Molly Rose brewery has purchased the two adjoining buildings, and is greatly expanding its bar offering – with more to come later in the year.
The remodelled venue will include a new brewery and bar, but also a lounge, private dining room, large beer garden, and later in the year, a chef’s table dining experience.
For Molly Rose founder Nic Sandery, the extended venue is a long way from the brewery and attached bar’s previous iteration.
“When we first started we had 200 square metres, we were a very small site,” Nic outlines.
“That’s where we made all the beer, so the employees would have to sweep everything and push it all up on the weekends, and the bar was there. We couldn’t be both a bar and a brewery.
“So when next door opened up, we decided to do something a little bit more comfortable with a little bit more purpose-built to be a bar. That’s why we’ve got the cocktail wine bar section, and a nice big, devoted beer garden.”
A centrepiece brewery bar will feature limited edition and core range Molly Rose beers, alongside a small, largely Australian wine list, a carefully curated cocktail list and a beer list featuring Nic’s favourite brews from around the world.
Molly Rose took the lease on the neighbouring buildings in late 2021 and worked with interior architect Mitchell & Eades to remodel the venue.
Speaking to Bars and Clubs, Nic explained how his approach to making beer extends to the brewery’s hospitality offering.
“We’ve always wanted to make beer for everyone. That’s been our goal since day one,” Nic says.
“Interesting styles and interesting things but not make them so exclusive that you can’t enjoy them if you’re not a beer expert.
“And that extends to hospitality and service as well. We want to make everybody feel comfortable when they come into our venues.”
Nic also outlines how the Molly Rose team wanted to create a space that challenged the preconceptions of what a brewery bar is.
“We wanted food that really complements beer, but maybe some food that wasn’t necessarily seen in beer focussed venues,” Nic says.
“So not pub-grub or American food, we wanted to do something a little more interesting and elevated with Southeast Asian flavours in a modern way.”
The dining options have been created with Ittichai Ngamtrairai (also know as ‘Biggy’), who has previously worked at LuMi Dining, Nomad, Matilda 159, Marameo and Sarti. Biggy will being serving up Modern Australian cuisine, influenced by Asian and Italian techniques and traditions.
In the winter, the venue will open a 20 seat chef’s table which will offer an experience exploring the relationship between chef and brewer, where each plate is paired to a Molly Rose beer.
Mixing up the brewery bar
Cocktails are not always closely associated with brewery bars, but a strong cocktail menu is also a part of the offering at Molly Rose. And this is a reflection of Nic’s own personal tastes.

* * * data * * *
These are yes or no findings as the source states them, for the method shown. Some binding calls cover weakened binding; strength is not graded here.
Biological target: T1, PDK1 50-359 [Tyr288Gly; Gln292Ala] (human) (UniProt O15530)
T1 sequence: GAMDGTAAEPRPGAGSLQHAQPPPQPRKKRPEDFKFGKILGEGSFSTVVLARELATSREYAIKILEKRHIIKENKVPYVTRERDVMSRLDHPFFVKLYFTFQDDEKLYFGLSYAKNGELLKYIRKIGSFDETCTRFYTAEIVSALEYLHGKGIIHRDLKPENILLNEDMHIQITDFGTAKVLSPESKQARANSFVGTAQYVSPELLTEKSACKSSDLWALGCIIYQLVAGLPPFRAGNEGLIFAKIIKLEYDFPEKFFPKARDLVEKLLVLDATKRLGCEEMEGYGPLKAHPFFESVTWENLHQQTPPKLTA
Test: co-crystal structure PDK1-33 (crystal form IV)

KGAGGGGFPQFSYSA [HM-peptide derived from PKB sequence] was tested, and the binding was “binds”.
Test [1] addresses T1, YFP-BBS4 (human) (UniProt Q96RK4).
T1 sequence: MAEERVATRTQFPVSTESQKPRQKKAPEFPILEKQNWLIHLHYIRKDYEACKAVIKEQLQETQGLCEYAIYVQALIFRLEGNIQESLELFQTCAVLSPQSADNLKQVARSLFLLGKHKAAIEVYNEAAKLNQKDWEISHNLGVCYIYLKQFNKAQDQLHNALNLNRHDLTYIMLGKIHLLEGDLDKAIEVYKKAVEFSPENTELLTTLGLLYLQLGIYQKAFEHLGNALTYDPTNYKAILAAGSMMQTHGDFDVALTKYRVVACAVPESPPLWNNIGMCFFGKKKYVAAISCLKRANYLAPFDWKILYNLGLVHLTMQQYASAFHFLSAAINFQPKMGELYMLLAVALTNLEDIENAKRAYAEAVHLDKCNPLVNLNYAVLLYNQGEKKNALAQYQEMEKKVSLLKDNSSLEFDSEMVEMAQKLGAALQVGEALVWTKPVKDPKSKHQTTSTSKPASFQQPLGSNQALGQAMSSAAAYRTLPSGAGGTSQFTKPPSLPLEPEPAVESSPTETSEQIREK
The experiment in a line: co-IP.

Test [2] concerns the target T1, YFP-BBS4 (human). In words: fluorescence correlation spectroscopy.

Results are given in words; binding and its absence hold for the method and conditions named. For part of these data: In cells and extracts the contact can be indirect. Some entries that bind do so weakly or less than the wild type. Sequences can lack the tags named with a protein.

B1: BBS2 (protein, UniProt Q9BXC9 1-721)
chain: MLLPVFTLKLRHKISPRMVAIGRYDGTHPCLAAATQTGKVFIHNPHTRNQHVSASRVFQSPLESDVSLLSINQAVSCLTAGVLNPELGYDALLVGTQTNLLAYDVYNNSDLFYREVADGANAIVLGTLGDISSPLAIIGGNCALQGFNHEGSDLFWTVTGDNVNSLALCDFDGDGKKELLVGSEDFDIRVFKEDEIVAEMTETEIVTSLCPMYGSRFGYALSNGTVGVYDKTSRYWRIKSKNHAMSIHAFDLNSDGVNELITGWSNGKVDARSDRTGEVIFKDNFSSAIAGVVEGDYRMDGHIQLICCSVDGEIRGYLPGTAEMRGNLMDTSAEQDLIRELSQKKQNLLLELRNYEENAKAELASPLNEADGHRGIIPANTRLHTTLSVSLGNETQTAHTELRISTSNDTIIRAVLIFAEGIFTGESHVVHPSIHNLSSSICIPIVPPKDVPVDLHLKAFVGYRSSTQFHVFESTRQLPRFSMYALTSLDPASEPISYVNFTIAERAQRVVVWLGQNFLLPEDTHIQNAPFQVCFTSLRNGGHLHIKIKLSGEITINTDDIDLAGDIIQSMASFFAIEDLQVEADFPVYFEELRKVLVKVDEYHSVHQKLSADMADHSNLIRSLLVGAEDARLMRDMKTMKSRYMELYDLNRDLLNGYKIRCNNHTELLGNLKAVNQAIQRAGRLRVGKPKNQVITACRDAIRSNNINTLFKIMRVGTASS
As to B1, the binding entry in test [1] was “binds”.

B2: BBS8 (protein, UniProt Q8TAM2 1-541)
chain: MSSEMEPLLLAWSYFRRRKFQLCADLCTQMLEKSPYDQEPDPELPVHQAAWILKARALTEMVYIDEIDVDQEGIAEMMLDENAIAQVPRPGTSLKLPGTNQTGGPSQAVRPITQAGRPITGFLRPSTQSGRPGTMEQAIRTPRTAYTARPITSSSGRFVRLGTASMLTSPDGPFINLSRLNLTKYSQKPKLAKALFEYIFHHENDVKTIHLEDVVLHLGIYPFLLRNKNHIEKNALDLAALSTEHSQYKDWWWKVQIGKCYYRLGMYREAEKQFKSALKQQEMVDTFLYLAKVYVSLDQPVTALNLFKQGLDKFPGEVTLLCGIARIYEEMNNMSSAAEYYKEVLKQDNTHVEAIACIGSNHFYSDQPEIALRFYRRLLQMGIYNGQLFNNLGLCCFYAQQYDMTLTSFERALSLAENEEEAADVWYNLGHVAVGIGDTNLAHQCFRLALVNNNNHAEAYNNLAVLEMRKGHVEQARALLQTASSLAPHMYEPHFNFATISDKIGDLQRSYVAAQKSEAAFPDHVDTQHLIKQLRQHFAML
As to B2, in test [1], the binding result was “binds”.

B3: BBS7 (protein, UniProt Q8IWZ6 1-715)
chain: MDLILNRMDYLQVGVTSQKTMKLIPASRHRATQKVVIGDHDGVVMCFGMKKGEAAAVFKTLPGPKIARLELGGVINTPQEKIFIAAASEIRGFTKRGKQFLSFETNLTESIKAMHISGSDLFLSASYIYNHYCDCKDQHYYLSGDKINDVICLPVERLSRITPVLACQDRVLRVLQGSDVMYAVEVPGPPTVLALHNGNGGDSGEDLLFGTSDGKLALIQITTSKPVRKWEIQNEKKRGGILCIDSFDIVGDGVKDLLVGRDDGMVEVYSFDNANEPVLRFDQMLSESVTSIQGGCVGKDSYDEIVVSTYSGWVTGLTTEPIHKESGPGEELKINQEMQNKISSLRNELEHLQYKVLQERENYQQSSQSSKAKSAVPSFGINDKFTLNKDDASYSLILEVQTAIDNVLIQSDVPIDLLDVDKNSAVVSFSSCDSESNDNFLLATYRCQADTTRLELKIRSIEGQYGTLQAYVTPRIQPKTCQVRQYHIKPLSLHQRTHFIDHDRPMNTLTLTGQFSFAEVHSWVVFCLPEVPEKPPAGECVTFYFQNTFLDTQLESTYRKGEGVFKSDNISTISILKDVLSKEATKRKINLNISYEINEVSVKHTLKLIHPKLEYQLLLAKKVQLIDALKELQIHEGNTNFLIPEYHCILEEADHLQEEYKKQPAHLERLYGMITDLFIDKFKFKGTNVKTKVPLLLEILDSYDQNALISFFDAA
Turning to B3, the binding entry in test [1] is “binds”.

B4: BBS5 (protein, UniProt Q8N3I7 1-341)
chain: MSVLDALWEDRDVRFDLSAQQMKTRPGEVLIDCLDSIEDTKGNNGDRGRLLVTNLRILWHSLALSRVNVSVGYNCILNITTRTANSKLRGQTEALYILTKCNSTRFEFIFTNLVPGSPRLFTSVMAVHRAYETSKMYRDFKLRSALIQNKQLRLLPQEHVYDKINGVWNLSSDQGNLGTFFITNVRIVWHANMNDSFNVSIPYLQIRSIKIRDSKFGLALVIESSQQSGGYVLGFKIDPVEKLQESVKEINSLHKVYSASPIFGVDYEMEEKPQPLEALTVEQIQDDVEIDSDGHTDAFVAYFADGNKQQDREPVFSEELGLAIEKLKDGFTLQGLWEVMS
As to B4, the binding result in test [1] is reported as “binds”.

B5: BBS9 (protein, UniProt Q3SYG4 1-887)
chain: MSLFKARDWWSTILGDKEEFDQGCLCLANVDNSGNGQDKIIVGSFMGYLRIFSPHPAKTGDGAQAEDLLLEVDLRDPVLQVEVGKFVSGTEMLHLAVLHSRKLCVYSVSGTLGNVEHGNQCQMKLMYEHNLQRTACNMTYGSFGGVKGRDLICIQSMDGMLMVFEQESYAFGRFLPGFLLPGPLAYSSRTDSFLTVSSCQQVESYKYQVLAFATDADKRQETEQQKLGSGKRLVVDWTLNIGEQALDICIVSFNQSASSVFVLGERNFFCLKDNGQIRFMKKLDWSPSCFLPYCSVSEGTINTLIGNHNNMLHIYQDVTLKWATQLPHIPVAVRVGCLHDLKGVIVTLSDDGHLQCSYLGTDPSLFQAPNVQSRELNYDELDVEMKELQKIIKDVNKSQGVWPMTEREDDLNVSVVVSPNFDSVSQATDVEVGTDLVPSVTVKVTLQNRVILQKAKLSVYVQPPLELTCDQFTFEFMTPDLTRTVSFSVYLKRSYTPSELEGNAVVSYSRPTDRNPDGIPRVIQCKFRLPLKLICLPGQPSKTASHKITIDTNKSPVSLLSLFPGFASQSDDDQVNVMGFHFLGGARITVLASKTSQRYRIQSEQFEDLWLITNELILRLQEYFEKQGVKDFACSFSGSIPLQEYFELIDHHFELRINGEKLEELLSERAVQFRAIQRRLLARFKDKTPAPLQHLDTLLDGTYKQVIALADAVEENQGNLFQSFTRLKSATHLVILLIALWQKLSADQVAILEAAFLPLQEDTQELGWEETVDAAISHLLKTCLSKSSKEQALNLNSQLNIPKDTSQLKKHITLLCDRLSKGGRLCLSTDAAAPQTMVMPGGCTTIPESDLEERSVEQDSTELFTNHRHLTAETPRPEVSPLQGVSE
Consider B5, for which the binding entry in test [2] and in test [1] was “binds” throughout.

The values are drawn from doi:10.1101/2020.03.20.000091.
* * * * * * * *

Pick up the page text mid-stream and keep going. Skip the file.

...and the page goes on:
“I don’t necessarily just drink beer. I like wine, I love coffee, I like spirits. I like working with producers who make amazing things and talking to them about how it’s all about flavour, aromatics, mouthfeel, finish – whether you’re making gin, whether you’re making whiskey, whether you’re making a cocktail or whether you’re making coffee. It’s all about the experience,” Nic explains.
“So we’ve always had a few cocktails and we’ve always taken them reasonably seriously.”
Perhaps unsurprisingly, beer features as a key ingredient in some of the cocktails on offer, such as the Helles Refreshing. See the recipe here.
“When we were thinking about what the theme might be, or what we might want to with our cocktail list, we went back to our core of making really well made, approachable, delicious, interesting, complex drinks that anybody could have.
“What our inspiration is kind of using great drinks from around us – local spirits, local ingredients, fresh fruit from the area – whatever’s in season. And making a cocktail list that’s very limited, very concise, but that shows our beer making technique.”
Ultimately, Nic explains, the venue is about “was always about hospitality and selling directly to our customers – giving them that Molly Rose experience.”
“The way that we can compete is by giving people a great experience, putting some food in front of them and talking to them about it. So that was always the plan.”
For Nic, the opening of Molly Rose is part of a wider revival in Melbourne’s hospitality scene following the lockdown era.
“I’m pretty excited about the next 12 months,” Nic says.
“It’s been a bit of a pause in Melbourne from interesting new little things popping up, and we’re just starting to see a fair bit more happening, which is really exciting,” he concludes.
Images by Sarah Anderson.
Molly Rose is located at 279 – 285 Wellington St, Collingwood. 3066 VIC.
The venue is open from 4pm-10pm on Wednesdays and Thursdays, 12pm-1am Fridays and Saturdays, and 12pm to 10pm on Sundays.